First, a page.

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Seminars on Medicine - Vision of the Future (Part 1) - Dec 2005

Seminar 1 - Vision of the Future (Part 1) - Dec 2005

This seminar features three Nobel Prize winners. Susumu Tonegawa - 1987 Nobel Prize in Physiology or Medicine, Sydney Brenner - Nobel Prize in Physiology or Medicine in 2004 and Richard Axel - Nobel Prize in Physiology or Medicine in 2004.

Susumu Tonegawa provides not only a history and overview of the Picower Institute (Picower Institute for Learning and Memory), but a rundown of the latest insights about memory and cognition emerging from his and colleagues’ labs. As for the future, Tonegawa calls for "new technology, based on totally new principles, which can analyze what’s going on in the brain at the level of a single synapse," as well as new diagnostic and therapeutic methods for psychiatric and neurodegenerative diseases.

Sydney Brenner says the "connection between genotype and phenotype, especially for complex animals, will remain the most challenging problem in biology." He says there are deep intellectual problems to be solved, such as computing behavior "from a wiring diagram," which must be accomplished if we are to gain understanding of the brain.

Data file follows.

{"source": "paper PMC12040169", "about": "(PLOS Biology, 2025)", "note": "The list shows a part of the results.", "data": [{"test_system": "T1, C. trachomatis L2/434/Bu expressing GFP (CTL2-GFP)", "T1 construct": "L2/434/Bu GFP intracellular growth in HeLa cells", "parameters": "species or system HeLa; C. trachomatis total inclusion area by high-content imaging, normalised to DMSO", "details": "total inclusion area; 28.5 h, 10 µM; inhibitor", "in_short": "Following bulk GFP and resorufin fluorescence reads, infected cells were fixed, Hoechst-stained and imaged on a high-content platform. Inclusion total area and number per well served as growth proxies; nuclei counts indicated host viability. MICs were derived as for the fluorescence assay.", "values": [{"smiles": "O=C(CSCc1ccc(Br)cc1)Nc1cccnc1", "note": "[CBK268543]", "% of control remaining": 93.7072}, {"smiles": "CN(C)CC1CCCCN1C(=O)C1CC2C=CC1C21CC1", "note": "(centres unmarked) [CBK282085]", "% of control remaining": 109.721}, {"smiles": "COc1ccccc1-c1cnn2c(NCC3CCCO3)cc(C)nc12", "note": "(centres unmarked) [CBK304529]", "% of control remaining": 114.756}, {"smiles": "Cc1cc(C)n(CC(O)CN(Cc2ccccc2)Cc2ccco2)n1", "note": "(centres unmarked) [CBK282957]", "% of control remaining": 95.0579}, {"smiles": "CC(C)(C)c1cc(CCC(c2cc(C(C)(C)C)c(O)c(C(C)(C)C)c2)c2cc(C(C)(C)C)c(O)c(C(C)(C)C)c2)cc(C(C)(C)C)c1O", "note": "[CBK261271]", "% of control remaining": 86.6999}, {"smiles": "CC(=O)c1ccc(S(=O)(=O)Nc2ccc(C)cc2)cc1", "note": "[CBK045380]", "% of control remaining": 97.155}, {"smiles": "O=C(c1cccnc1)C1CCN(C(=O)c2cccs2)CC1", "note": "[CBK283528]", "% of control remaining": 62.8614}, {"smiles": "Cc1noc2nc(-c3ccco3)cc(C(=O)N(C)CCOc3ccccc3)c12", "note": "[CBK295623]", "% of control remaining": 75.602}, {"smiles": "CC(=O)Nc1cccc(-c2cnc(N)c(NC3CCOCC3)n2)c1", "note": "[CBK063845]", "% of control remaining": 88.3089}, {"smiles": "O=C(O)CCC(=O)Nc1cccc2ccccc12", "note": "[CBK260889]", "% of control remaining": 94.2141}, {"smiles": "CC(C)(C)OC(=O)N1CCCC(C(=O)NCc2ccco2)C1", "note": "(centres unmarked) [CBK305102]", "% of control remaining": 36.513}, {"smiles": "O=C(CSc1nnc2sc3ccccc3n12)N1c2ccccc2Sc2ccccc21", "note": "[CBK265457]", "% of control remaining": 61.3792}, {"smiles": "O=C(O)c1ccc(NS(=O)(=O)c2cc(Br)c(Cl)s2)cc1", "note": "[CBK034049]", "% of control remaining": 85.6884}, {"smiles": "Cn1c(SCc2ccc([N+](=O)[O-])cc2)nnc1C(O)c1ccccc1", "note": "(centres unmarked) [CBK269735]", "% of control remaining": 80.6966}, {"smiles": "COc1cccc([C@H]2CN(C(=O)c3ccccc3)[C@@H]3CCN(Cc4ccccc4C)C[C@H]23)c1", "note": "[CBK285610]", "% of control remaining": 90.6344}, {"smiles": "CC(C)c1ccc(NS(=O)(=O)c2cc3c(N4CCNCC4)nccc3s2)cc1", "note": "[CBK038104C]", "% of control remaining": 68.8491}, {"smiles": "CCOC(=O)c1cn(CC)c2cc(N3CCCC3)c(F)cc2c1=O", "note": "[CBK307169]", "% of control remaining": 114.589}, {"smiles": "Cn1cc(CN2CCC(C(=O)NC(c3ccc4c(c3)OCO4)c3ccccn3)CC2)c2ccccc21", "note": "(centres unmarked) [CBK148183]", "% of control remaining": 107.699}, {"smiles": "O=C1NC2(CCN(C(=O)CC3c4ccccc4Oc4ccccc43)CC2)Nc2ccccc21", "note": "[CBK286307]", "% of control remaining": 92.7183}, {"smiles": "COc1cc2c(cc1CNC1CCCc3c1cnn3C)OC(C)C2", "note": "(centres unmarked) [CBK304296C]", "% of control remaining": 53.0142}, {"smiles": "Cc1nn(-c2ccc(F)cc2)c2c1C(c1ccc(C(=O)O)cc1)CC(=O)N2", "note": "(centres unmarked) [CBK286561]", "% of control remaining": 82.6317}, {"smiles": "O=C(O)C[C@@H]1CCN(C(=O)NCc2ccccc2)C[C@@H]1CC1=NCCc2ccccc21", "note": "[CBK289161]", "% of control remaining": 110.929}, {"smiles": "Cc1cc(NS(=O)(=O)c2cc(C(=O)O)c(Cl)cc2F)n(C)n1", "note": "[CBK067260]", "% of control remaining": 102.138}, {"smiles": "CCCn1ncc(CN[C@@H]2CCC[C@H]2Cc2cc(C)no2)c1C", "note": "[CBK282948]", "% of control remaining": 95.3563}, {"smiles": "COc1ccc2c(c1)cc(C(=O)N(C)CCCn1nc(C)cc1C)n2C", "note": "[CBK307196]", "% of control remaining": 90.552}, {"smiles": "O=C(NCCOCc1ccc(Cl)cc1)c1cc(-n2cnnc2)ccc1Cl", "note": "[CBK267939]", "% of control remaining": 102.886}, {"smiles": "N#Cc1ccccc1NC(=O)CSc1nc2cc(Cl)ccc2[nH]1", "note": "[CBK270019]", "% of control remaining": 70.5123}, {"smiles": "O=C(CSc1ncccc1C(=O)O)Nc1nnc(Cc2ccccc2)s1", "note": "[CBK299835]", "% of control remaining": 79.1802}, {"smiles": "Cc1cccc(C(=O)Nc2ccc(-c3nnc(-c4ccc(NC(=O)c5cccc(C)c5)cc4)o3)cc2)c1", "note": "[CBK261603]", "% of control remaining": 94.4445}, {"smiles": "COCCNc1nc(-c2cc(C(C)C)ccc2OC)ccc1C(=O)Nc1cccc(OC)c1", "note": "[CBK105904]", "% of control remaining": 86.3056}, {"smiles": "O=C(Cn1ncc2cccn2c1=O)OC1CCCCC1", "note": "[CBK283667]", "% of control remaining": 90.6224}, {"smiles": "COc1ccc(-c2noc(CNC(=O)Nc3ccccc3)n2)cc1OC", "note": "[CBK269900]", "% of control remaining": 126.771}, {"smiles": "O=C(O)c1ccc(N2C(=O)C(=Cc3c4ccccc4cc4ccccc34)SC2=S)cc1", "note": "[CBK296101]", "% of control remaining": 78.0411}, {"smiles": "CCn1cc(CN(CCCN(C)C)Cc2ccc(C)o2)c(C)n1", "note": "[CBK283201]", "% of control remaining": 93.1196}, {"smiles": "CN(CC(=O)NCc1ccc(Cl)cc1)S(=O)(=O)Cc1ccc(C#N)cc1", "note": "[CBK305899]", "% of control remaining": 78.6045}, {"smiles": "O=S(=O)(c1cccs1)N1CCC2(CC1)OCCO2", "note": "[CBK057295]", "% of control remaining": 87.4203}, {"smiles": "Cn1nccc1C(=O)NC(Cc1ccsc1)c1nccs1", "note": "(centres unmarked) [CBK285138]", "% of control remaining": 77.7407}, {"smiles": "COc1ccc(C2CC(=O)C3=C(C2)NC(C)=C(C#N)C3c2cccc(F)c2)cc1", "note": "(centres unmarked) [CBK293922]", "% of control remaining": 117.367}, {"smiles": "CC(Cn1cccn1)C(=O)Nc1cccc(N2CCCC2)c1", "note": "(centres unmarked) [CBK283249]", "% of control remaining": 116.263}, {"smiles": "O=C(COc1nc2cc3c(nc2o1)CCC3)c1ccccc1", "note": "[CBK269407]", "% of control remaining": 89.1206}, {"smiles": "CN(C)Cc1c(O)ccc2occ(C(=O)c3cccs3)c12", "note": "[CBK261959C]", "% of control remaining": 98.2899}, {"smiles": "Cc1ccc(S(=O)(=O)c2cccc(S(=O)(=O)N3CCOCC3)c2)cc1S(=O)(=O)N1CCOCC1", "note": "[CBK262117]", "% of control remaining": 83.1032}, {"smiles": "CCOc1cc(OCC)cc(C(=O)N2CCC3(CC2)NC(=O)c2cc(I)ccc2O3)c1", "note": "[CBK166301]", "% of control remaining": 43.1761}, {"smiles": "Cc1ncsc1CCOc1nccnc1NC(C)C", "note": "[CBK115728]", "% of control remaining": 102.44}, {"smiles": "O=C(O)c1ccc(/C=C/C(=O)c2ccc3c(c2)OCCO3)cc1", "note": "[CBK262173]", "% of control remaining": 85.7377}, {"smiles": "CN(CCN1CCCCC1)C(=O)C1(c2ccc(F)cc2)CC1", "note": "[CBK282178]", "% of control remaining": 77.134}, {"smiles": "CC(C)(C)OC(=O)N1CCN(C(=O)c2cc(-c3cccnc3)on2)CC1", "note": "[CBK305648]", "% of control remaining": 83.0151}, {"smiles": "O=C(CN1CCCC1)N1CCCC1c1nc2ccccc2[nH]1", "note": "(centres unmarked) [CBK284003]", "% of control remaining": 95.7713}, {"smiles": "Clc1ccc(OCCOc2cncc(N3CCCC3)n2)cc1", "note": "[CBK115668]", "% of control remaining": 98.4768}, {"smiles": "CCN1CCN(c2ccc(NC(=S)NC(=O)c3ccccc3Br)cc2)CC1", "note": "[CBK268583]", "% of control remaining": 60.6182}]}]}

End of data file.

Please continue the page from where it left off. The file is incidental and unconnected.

Richard Axel probes the mechanism of perception, from the bottom up and top down. He asks how the brain "creates its own selective pictures of the world" from different sensory input, which exist as "bits of electrical activity, excitable neurons." Whether for vision, hearing, touch or smell, the brain has receptors that are specific for certain stimuli. Different odors, for example, will activate a different combination of receptors, which will in turn activate specific parts of the brain. When the fruit fly smells banana, one set of neurons fire, and when apple, quite another. The same is true for humans. But the problem of how our brains reconstruct this information in a meaningful way hasn’t been solved. Says Axel, "Perception is only a hypothesis, a best guess that never truly approaches reality." Since "the brain does not have eyes," wonders Axel, "who reads the map?"

Susumu Tonegawa has received the highest honors for his work, including the 1987 Nobel Prize in Physiology or Medicine. He is the Director, Picower Institute for Learning and Memory and Picower Professor of Biology and Neuroscience, Departments of Biology and Brain and Cognitive Sciences.

Sydney Brenner received the Nobel Prize in Physiology or Medicine in 2002. He is Distinguished Professor, Salk Institute for Biological Studies.

Richard Axel was awarded the Nobel Prize in Physiology or Medicine in 2004, with Linda Buck. He is University Professor, Department of Biochemistry and Molecular Biophysics, Columbia University.

Susumu Tonegawa, Sydney Brenner, Richard Axel
Vision of the Future (Part 1)
(Massachusetts Institute of Technology: MIT World)
Date accessed: 2009-02-24
License: Not applicable

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